News / Health

    Hospitals on Watch for MERS, Plan for Emergencies

    Hospitals Watch Diseases, Plan For Emergenciesi
    X
    Carol Pearson
    May 23, 2014 1:08 AM
    The Middle East Respiratory Syndrome, or MERS, has infected more than 500 people since it was first identified in 2012. About 30 percent of those who contract it die. The steep increase in the number of cases in recent months, and the fact that people in Asia, Europe and North America have come down with the virus, have raised concern that the situation may worsen. VOA's Carol Pearson looks at how health officials are preparing for pandemics.
    Carol Pearson
    Middle East Respiratory Syndrome, or MERS, has infected more than 500 people since it was first identified in 2012.  About 30 percent of those who contract it die. The steep increase in the number of cases in recent months, and the fact that people in Asia, Europe and North America have come down with the virus, have raised concern that the situation may worsen.  

    The last pandemic occurred in 2009, with the H1N1 influenza virus. The World Health Organization says MERS is a long way from becoming a pandemic. Most cases have been in Saudi Arabia, among people with close contact with MERS patients or with camels that carry the virus.

    However, a virus can change at any time, so officials like Dr. LaMar Hasbrouck, who heads the Illinois department of public health, say there is need for concern.
    Countries reporting new MERS cases, 2014, May 13 updateCountries reporting new MERS cases, 2014, May 13 update
    x
    Countries reporting new MERS cases, 2014, May 13 update
    Countries reporting new MERS cases, 2014, May 13 update
    "It's a new virus.  It has a very high death rate, but we need to learn more about how easily it's transmitted, and what are some of the signs and symptoms," said Hasbrouck.

    Many hospitals already have plans to prevent the virus from spreading. At The Johns Hopkins Hospital in Baltimore, it's Dr. Gabe Kelen's responsibility to ensure the plan covers all of the 46,000 people at the clinics and medical centers, as well as the university.

    “I’m not that concerned yet, however, for our level of preparation; we want to stay ahead of the curve. That should this happen; we’re not playing catch-up," said Kelen.

    This is not just for MERS, but for any contagious disease.

    "When anyone comes into the emergency department with an influenza-like illness, we already have a protocol to screen them and to test them and if we believe they may have a serious infection, they get isolated, they get a mask.  Anyone who goes in after to deal with that patient has certain precautions," he said.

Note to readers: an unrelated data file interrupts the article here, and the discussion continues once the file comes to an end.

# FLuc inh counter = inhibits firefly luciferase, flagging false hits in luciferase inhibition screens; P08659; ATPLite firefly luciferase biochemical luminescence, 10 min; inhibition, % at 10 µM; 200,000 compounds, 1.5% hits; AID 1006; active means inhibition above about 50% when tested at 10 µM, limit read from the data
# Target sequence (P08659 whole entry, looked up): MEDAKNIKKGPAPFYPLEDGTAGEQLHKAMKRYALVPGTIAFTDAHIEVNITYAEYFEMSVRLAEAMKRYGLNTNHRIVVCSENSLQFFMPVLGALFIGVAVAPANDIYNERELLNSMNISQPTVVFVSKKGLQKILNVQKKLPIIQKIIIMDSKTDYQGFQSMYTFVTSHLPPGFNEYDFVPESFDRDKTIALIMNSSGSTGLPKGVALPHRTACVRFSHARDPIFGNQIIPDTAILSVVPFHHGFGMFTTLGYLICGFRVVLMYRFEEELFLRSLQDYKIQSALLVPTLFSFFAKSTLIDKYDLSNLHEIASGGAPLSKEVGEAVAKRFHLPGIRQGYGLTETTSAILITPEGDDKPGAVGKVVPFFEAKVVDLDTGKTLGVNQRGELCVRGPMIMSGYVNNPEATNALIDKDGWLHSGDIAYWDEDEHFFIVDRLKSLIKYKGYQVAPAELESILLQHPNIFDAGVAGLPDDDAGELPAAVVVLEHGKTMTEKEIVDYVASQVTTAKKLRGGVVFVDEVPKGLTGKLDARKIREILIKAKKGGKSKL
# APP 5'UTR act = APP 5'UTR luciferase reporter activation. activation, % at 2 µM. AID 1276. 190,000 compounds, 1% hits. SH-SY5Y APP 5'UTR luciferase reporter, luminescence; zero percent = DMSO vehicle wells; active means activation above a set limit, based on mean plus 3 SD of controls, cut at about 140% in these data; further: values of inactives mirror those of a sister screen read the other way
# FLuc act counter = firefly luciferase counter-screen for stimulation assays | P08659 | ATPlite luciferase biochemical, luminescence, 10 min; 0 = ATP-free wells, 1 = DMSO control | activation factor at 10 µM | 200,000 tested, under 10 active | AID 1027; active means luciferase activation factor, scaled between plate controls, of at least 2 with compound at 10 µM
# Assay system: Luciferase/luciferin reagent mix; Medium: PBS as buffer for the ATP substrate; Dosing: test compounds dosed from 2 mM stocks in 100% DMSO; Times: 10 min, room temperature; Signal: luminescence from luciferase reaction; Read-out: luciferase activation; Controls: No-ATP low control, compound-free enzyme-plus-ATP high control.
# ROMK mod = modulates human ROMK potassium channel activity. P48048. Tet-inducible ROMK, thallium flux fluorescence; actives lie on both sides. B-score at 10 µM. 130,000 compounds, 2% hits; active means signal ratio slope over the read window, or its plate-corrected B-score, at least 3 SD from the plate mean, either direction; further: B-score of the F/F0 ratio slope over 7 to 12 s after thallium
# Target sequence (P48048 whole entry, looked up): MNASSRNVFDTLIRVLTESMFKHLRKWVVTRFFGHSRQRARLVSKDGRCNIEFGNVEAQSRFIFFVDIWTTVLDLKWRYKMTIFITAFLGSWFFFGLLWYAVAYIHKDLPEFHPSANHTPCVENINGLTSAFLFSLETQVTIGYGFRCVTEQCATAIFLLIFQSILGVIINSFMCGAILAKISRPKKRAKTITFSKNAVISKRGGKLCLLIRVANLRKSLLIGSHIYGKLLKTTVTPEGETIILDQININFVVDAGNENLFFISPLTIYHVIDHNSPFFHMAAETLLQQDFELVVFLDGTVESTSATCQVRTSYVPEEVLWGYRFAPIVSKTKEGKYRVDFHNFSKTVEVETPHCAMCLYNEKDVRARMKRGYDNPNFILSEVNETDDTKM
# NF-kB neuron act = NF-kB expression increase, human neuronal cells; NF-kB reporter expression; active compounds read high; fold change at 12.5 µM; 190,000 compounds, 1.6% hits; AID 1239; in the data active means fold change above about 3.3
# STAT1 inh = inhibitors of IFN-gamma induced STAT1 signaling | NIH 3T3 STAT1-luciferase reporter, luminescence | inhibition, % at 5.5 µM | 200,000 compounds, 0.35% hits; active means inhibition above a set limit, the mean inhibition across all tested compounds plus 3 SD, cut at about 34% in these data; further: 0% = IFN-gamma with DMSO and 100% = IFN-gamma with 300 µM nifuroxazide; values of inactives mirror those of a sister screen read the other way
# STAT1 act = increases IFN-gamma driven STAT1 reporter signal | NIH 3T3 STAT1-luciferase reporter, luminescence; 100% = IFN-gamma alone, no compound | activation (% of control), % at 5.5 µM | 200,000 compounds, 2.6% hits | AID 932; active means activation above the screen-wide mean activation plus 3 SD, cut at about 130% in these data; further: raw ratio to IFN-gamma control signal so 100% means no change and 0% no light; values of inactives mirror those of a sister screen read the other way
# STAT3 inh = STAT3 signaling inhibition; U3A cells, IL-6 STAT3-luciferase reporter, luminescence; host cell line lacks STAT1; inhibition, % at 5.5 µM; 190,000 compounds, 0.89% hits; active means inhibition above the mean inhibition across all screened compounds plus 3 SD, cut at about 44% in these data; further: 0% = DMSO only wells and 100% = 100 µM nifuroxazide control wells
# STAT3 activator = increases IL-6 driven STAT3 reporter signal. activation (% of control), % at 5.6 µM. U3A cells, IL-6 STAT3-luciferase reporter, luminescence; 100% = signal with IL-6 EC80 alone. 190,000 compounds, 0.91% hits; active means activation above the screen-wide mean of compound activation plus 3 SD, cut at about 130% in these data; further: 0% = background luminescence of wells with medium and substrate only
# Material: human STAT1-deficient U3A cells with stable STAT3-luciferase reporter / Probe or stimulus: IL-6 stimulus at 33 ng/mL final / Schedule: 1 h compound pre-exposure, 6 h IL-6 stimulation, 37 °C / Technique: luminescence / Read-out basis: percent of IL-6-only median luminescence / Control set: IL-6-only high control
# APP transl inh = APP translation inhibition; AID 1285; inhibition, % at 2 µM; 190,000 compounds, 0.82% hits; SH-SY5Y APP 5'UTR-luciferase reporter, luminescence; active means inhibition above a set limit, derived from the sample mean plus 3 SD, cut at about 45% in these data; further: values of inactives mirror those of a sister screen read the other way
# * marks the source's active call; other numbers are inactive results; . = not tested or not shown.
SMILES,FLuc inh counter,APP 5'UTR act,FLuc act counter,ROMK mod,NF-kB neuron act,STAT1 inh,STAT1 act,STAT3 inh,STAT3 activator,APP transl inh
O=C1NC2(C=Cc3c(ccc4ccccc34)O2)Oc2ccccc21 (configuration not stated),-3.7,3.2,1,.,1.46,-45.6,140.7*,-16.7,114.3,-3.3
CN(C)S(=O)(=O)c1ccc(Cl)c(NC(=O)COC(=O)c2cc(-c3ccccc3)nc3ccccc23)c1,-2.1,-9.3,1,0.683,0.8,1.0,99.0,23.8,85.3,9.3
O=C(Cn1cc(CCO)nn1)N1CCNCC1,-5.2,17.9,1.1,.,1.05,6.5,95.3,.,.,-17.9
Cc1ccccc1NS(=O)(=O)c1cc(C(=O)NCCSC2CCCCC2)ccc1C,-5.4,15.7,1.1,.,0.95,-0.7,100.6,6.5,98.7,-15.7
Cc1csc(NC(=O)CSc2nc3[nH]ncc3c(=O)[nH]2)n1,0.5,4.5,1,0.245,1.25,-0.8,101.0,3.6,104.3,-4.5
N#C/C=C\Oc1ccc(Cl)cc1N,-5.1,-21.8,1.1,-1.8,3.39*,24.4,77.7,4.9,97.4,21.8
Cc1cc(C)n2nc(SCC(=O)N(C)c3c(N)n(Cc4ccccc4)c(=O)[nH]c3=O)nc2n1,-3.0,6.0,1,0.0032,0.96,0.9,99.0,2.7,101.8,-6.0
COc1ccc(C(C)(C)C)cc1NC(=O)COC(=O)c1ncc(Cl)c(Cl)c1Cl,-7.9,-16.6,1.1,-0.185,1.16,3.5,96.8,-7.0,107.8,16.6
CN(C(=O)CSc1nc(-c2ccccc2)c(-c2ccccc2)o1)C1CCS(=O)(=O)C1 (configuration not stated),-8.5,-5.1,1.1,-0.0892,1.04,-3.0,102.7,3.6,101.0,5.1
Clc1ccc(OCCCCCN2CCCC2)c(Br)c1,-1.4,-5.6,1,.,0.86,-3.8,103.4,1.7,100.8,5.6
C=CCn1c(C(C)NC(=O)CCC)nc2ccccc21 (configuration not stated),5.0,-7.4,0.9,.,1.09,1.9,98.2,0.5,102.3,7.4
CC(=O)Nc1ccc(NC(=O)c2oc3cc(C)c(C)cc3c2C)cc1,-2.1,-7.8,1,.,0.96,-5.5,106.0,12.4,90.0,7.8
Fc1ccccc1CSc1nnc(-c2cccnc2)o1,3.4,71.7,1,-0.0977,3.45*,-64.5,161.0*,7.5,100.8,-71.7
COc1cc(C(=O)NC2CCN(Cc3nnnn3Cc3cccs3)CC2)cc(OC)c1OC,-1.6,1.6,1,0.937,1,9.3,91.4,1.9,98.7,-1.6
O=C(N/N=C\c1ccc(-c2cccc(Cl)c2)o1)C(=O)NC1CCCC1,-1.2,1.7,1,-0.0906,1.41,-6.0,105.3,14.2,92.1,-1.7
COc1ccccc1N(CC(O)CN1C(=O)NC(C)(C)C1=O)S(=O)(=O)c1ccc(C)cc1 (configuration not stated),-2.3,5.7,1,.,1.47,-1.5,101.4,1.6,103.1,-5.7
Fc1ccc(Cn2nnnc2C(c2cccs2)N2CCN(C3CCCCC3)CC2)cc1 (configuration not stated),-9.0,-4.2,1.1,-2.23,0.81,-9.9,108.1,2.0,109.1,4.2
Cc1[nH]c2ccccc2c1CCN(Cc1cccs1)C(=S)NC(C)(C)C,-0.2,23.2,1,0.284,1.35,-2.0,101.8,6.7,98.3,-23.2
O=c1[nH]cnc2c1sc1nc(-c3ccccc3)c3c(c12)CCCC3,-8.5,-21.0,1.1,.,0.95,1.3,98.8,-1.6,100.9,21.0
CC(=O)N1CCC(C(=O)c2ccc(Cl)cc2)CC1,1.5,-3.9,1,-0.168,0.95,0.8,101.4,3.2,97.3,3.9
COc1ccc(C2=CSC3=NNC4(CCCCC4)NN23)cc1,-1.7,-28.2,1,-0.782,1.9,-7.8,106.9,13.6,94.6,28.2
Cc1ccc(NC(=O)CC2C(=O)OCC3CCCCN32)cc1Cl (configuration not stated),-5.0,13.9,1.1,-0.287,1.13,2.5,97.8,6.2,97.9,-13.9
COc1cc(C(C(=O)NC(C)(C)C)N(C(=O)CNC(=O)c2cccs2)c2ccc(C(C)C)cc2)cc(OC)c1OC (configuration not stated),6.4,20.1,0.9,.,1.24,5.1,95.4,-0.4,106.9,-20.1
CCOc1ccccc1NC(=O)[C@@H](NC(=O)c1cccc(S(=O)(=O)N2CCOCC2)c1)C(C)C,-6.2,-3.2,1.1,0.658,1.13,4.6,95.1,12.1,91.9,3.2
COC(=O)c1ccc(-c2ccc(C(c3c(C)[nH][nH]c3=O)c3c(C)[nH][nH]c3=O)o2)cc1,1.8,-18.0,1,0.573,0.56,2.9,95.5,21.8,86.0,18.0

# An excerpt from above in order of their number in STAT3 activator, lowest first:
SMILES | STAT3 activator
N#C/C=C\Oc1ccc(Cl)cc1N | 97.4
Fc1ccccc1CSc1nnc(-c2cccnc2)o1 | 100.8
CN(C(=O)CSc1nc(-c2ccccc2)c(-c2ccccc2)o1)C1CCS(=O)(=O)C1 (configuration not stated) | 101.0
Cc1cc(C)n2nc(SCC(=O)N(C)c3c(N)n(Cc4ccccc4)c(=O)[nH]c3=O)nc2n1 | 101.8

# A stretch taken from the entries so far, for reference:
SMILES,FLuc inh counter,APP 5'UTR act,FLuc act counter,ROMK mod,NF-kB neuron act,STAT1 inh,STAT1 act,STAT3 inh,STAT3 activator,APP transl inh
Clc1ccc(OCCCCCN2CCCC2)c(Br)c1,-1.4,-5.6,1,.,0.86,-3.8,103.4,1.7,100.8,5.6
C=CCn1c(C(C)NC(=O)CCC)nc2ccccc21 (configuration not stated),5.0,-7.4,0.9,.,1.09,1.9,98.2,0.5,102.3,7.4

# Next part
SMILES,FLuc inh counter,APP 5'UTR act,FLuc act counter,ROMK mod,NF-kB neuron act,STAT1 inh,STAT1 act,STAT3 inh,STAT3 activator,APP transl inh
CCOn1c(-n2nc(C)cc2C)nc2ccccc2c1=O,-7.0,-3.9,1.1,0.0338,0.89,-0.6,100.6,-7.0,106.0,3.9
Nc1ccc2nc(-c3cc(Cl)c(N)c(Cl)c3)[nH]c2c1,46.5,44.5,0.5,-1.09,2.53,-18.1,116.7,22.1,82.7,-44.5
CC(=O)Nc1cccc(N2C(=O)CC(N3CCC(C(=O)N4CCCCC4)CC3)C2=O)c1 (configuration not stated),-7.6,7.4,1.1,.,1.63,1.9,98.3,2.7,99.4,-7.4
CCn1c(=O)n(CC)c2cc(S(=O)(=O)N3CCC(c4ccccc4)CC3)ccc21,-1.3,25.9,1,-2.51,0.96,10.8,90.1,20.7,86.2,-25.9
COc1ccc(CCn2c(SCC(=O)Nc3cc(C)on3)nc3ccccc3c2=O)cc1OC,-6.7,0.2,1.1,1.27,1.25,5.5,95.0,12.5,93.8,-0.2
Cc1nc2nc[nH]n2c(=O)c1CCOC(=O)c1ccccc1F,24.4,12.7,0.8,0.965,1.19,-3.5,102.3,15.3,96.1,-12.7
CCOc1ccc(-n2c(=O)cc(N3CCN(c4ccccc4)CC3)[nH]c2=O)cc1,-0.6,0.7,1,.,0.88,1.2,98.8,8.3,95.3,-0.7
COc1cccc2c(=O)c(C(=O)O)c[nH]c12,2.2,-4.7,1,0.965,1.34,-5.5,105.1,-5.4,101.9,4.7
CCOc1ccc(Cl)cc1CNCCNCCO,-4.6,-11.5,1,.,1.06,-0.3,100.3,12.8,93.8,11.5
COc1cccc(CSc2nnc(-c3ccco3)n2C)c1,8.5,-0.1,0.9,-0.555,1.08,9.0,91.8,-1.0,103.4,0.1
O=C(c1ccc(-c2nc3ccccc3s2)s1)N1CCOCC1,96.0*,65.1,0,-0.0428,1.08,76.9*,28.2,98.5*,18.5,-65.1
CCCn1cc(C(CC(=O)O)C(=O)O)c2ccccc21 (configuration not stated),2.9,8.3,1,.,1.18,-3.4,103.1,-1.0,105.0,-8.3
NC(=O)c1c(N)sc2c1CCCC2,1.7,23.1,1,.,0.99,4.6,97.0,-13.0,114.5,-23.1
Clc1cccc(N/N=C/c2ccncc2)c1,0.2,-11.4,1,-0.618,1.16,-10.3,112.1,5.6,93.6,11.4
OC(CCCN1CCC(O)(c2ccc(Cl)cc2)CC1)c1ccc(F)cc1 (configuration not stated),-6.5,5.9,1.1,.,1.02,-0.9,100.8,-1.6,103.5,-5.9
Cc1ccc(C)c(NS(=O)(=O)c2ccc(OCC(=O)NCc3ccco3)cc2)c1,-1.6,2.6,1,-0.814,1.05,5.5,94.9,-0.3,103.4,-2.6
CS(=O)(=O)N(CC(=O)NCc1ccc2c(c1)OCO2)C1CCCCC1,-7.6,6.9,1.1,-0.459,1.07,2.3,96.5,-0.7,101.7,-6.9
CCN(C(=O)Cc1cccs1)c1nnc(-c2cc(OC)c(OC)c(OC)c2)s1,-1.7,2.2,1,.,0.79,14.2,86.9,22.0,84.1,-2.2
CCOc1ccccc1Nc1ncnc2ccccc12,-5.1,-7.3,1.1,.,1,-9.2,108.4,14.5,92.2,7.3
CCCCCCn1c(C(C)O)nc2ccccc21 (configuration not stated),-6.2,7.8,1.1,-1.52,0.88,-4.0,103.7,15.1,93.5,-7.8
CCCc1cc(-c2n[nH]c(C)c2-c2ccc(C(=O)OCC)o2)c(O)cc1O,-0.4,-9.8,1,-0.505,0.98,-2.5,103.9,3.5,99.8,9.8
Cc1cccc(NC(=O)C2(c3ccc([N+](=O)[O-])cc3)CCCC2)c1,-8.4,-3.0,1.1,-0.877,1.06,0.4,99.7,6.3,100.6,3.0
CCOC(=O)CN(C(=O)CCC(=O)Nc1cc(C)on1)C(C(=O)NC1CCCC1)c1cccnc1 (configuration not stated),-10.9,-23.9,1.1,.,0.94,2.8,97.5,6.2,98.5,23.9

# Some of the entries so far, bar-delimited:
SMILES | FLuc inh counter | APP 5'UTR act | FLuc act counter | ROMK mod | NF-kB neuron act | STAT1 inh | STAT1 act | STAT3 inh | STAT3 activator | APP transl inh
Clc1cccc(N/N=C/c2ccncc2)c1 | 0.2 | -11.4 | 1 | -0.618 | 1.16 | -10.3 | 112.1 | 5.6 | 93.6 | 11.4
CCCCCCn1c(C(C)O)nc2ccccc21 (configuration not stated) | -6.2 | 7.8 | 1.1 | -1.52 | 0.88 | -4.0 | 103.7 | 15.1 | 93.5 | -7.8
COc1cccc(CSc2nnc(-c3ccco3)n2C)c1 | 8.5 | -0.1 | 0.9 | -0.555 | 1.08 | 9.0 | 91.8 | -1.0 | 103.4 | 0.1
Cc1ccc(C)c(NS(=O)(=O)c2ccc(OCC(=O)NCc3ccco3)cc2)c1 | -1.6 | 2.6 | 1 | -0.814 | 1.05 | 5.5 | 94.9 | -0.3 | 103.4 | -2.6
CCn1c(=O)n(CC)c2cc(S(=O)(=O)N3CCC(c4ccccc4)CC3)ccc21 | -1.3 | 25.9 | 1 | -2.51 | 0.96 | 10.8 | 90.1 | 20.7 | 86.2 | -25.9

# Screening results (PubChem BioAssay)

Doctors, nurses, even the cleaning staff, might have to wear gowns, gloves and special masks.

    During the H1N1 influenza pandemic, hospitals set up special clinics, some in tents outside the building, to diagnose patients suspected of having the flu. This practice could be reinstated to prevent the spread of a virus, and lower the chance it could mutate into something even more deadly.

    “The more often it [a virus] gets transmitted, the more the virus replicates.  The more the virus replicates and in different hosts, the more likely its genetic makeup may change," said Kelen.

    After the outbreak of severe acute respiratory syndrome, or SARS, more than a decade ago, the world learned that an infectious disease anywhere is a health challenge everywhere, largely because of air travel.  Countries learned they had to share information about diseases in order to control them.

    Later this year, Saudi Arabia will host millions of religious pilgrims.  Health officials the world over will be carefully watching.

    You May Like

    Russian-speaking Muslim Exiles Fear Possible Russia-Turkey Thaw

    Exiled from Russia as Islamic radicals and extremists, thousands found asylum in Turkey

    US Presidential Election Ends at Conventions for Territorial Citizens

    Citizens of US territories like Guam or Puerto Rico enjoy participation in US political process but are denied right to vote for president

    UN Syria Envoy: 'Devil Is in the Details' of Russian Aleppo Proposal

    UN uncertain about the possible humanitarian impact of Russian proposal to establish escape corridors in Aleppo

    Featured Videos

    Your JavaScript is turned off or you have an old version of Adobe's Flash Player. Get the latest Flash player.
    Uganda Unveils its First Solar-powered Busi
    X
    July 28, 2016 4:16 AM
    A solar-powered bus described by its Ugandan makers as the first in Africa has made its public debut. Kiira Motors' electric bus, Kayoola, displayed recently at a stadium in Uganda's capital. From Kampala, Maurice Magorane filed this report narrated by Salem Solomon.
    Video

    Video Uganda Unveils its First Solar-powered Bus

    A solar-powered bus described by its Ugandan makers as the first in Africa has made its public debut. Kiira Motors' electric bus, Kayoola, displayed recently at a stadium in Uganda's capital. From Kampala, Maurice Magorane filed this report narrated by Salem Solomon.